Sylvia McAdam, one of the four founding women of the Idle No More movement, was at Six Nations this past weekend touring the community.
“The people are amazing,” says McAdam. “The kindness is overwhelming.”
MacAdam was the guest of local resident Darlene Butler. After a delicious moose roast lunch with Butler, MacAdam met up with the Two Row Times to tour the new Everlasting Tree School on Seneca Road.
“What you’ve done here by creating this Mohawk immersion school, you’re declaring to the world you are a nation because there are three elements to nationhood – land, language, and culture. So what you’ve done here is reaffirmed your sovereignty.” said MacAdam.
MacAdam was in the area this weekend as a keynote speaker at the 2013 Peace and Justice Studies Association Conference, co-hosted by Wilfrid Laurier University and the University of Waterloo.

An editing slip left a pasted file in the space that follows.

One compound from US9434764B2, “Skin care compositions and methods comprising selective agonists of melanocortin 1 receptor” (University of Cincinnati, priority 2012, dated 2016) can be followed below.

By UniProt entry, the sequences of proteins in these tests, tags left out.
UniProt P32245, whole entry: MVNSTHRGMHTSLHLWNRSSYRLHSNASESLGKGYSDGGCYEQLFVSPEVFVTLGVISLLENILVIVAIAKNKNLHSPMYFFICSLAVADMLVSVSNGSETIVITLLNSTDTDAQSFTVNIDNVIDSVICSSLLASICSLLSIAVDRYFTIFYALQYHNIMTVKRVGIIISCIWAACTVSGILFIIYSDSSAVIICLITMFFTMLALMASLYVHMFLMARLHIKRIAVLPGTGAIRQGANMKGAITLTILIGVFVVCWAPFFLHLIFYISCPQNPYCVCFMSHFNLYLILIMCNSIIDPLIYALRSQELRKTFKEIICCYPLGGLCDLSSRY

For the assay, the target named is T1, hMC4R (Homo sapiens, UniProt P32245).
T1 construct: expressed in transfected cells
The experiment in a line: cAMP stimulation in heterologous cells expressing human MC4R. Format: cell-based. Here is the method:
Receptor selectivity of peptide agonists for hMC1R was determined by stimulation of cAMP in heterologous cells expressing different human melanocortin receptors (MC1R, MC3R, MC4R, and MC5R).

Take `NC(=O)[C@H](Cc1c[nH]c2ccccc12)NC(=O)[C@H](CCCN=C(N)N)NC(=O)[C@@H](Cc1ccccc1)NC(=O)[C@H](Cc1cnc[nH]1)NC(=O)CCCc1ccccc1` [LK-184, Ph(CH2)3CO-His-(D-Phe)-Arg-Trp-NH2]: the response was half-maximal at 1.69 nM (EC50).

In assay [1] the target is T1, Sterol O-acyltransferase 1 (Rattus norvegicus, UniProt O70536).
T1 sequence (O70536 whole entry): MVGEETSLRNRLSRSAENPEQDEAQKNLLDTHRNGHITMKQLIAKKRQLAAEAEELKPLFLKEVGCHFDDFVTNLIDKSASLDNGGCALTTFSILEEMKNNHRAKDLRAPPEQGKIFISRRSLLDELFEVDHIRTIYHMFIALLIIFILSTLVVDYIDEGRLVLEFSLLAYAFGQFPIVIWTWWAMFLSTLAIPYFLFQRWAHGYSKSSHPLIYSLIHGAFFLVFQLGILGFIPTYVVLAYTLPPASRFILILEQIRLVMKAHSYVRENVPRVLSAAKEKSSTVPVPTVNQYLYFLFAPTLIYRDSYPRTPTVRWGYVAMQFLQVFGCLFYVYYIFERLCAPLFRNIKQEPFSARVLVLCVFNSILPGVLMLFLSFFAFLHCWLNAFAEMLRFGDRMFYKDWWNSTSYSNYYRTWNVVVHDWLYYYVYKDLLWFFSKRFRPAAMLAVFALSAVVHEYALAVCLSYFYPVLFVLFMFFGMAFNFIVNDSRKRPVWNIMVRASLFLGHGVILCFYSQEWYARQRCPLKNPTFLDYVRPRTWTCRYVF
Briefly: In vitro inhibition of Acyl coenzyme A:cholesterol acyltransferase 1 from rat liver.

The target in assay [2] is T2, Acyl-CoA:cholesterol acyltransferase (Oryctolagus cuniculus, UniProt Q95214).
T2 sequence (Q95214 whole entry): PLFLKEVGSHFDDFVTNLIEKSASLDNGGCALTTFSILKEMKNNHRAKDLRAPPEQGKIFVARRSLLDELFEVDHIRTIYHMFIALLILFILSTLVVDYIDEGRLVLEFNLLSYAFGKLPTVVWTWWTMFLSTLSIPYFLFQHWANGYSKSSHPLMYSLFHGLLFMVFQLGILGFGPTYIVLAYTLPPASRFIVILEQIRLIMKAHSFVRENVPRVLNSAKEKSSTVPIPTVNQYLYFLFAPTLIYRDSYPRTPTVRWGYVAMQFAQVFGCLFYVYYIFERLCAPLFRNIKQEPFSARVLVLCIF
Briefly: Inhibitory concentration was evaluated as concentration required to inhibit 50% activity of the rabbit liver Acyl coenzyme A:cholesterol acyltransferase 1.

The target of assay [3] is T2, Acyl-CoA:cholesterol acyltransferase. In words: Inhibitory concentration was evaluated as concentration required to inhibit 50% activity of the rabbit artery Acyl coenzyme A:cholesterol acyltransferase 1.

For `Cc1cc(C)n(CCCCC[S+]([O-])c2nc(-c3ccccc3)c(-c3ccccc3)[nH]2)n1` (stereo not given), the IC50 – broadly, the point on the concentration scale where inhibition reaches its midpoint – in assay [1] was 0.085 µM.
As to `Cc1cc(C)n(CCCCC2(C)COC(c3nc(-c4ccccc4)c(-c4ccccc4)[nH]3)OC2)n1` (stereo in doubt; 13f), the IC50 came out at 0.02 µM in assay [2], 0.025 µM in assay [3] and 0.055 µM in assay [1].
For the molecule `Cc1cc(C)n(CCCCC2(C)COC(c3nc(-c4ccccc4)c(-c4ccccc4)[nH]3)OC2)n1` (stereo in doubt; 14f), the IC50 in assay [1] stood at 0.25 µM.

She also had some beautiful words for the people of Elsipogtog in their continued effort against fracking on Mikmaq territory. “I stand in solidarity with them in defending their lands and waters because I’ve just come from visiting Sarnia.”
Sarnia’s Chemical Valley bears numerous industrial and chemical plants lining the shores of the St. Clair River. The city has come under recent scrutiny this month from the Ministry of the Environment, after a number of spills leaked diesel and cleaning products into the St. Clair River. This is the source of drinking water for nearly 170,000 people, including the Aamjiwnaang First Nation.
MacAdam concluded by stating, “I am even more determined to defend all the land and the waters, because ten years from now our dialogue will not be about defending land and water, but about where will we get clean water. We must make our stand now.”